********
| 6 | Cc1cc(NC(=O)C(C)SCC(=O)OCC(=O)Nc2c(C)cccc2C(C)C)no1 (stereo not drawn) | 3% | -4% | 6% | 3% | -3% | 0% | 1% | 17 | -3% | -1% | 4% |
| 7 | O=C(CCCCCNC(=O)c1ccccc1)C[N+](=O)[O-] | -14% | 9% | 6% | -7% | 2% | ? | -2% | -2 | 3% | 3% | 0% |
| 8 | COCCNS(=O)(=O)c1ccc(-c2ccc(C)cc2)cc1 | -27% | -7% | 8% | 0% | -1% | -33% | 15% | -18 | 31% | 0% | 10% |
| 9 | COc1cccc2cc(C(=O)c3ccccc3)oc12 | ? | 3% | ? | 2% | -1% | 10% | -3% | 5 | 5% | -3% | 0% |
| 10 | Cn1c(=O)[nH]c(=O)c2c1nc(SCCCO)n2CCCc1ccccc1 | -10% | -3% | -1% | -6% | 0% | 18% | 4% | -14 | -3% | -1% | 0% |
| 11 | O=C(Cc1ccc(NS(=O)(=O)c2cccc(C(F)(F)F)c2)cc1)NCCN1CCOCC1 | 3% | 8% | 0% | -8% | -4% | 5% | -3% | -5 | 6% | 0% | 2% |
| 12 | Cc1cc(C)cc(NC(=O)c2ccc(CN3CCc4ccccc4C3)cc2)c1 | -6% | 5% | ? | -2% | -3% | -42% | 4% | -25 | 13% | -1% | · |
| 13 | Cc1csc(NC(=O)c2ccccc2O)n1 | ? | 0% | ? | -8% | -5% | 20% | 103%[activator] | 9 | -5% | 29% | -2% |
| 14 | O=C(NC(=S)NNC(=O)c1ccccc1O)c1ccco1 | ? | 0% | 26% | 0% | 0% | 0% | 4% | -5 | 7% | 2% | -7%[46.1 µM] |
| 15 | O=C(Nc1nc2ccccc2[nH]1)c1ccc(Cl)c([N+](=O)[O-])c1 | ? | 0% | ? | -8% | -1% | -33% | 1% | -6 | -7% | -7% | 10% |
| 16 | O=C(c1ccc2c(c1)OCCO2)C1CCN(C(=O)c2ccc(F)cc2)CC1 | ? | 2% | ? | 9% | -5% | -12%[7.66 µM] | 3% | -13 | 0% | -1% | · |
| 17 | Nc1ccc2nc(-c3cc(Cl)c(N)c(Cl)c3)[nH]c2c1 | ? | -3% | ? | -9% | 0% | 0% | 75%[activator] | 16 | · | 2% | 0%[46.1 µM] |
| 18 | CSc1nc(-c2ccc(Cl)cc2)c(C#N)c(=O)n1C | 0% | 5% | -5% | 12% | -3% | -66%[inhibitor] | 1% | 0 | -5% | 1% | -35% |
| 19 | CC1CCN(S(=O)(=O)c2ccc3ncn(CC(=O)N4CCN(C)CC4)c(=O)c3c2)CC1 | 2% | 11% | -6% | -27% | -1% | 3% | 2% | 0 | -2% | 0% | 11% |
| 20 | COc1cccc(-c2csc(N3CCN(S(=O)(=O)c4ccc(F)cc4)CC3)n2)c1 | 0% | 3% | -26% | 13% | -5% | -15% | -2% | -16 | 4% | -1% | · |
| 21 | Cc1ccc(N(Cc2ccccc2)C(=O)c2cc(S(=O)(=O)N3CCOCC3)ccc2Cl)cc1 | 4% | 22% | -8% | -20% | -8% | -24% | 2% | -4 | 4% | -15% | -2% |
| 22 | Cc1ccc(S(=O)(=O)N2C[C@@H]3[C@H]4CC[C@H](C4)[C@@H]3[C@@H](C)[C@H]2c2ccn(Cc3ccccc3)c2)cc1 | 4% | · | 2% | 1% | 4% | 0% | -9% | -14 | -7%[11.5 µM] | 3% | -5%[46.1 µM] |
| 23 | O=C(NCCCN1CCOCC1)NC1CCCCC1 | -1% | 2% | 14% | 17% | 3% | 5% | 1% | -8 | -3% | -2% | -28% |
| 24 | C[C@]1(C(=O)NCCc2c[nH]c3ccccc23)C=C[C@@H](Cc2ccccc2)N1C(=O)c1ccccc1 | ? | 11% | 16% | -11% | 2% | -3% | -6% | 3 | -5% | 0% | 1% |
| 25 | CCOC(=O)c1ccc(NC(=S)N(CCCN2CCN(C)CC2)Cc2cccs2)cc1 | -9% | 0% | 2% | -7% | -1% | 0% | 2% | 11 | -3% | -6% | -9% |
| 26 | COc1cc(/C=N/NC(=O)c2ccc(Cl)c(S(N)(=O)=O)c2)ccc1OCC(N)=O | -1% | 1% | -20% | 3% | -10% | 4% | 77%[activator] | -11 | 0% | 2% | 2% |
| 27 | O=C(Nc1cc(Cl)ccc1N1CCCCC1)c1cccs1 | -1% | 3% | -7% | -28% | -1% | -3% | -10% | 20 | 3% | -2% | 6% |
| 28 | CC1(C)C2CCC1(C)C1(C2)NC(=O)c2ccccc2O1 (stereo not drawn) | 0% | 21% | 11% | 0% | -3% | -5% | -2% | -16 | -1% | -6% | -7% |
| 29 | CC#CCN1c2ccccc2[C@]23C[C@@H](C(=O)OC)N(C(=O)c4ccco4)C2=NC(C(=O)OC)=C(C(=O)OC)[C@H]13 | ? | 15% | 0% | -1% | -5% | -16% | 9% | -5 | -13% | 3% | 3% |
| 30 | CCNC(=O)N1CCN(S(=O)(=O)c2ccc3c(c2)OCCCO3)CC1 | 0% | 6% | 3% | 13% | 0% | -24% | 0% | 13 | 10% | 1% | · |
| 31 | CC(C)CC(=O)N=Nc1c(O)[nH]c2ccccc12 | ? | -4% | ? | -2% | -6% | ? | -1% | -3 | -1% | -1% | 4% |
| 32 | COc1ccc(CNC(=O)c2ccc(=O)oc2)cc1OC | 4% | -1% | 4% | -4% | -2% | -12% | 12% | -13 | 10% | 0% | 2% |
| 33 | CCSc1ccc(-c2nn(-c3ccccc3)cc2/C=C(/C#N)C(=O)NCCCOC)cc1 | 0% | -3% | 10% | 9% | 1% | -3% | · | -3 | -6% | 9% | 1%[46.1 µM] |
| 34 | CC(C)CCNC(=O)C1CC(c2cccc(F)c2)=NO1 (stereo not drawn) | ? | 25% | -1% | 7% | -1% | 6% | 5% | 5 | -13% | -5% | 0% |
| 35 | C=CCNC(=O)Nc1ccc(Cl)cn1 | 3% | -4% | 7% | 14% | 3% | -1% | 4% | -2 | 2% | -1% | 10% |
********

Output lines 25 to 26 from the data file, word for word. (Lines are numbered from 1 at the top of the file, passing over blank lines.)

| 30 | CCNC(=O)N1CCN(S(=O)(=O)c2ccc3c(c2)OCCCO3)CC1 | 0% | 6% | 3% | 13% | 0% | -24% | 0% | 13 | 10% | 1% | · |
| 31 | CC(C)CC(=O)N=Nc1c(O)[nH]c2ccccc12 | ? | -4% | ? | -2% | -6% | ? | -1% | -3 | -1% | -1% | 4% |